Of all the metal oxide ceramics, the most thermodynamically stable (as can be seen on an Ellingham diagram) include lithia, lime, alumina, and zirconia; however, lithia and lime are hygroscopic, and this leaves alumina and zirconia as the most stable of the traditional ceramic oxides. Refined primarily from zircon (zirconium silicate), zirconia is remarkably stable and resistant to corrosion from liquid metals. It also has very good mechanical properties which make it ideal for use in cutting tools, milling media, and extrusion dies at low temperatures while having a good degree of ductility at high temperatures.
Thermodynamics of Zirconia
Cubic zirconia, known for its similarity to diamond as a gemstone, has a fluorite structure where every other fluorite cell has a zirconium ion to preserve charge balance; upon cooling to below 2369°C, the structure stretches into a tetragonal form. However, further cooling to around 1170°C results in a tetragonal to monoclinic transformation which, due to the very different geometries of the crystals, results in a 4.5% volumetric expansion and 12% shear in the crystal.
This phase transformation is what makes sintering pure zirconia very difficult; sintering temperatures are generally in the tetragonal regime, and the cooling causes the monoclinic transformation which generally shears the sample to pieces.
Stabilization of the cubic phase came into being in the 1930s by the addition of one of several possible aids including MgO, Y2O3, CaO, and CeO2. By including enough of these additives into the structure so as to avoid the monoclinic phase field, the slow kinetics of the phase transformations can be used to avoid monoclinic transformation by remaining in two-phase regions. Furthermore, in the yttria-zirconia system, a cubic phase is stable at room temperatures beyond 8% Y2O3.
What exactly causes this stabilization? In the case of yttria-stabilized zirconia (YSZ), the yttrium cations are larger than the zirconium cations (1.019 Å versus 0.84 Å according to Shannon 1976) and prevent the crystal from collapsing to a monoclinic structure. The yttria provides a kinetic barrier that inhibits the phase transformation, as the cubic to tetragonal transformation requires that yttria diffuse out of the regions where the tetragonal phase is to form (since the cubic phase is more yttria-rich than the tetragonal). Since this diffusion of yttria must precede the formation of the tetragonal phase, cooling fast enough to prevent the diffusion from occurring results in tetragonal ZrO2.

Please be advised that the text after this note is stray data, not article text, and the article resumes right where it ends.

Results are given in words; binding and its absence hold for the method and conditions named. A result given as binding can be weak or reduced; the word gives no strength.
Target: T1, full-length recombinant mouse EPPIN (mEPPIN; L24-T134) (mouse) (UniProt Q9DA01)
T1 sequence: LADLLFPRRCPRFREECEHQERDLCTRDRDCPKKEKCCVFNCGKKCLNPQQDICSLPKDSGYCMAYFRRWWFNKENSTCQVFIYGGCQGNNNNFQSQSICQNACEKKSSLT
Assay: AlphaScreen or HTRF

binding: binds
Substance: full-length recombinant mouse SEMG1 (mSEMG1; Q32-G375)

Moderate cooling rates of YSZ result in limited nucleation of tetragonal zirconia in a cubic zirconia matrix. At room temperature, this tetragonal phase would readily transform into the monoclinic process via a diffusionless martensitic transformation, but the volumetric expansion associated with this transformation would require these tetragonal regions to perform work on the cubic matrix. The energy demands of this transformation are insufficient, and thus the tetragonal phase can persist in the cubic matrix at room temperature.
However, when a crack forms and propogates through such a structure, the crack tip opens enough space for these tetragonal regions to expand and invert to the monoclinic phase. Because this transformation is martensitic, it occurs at the speed of sound and instantly closes the crack as the tetragonal phase expands into the monoclinic--this effect significantly toughens the zirconia by closing any cracks that form, and this is the principle by which transformation-toughened zirconia gains its improved mechanical properties.
Zirconia is an immensely important material in ceramic science due to its various properties. It is a principal constituent of AZS, a very important refractory material, is of great interest as a solid-oxide fuel cell material due to its high amount of vacancies introduced by yttria doping, and is incorporated as a thermal coating on almost every gas turbine engine blade.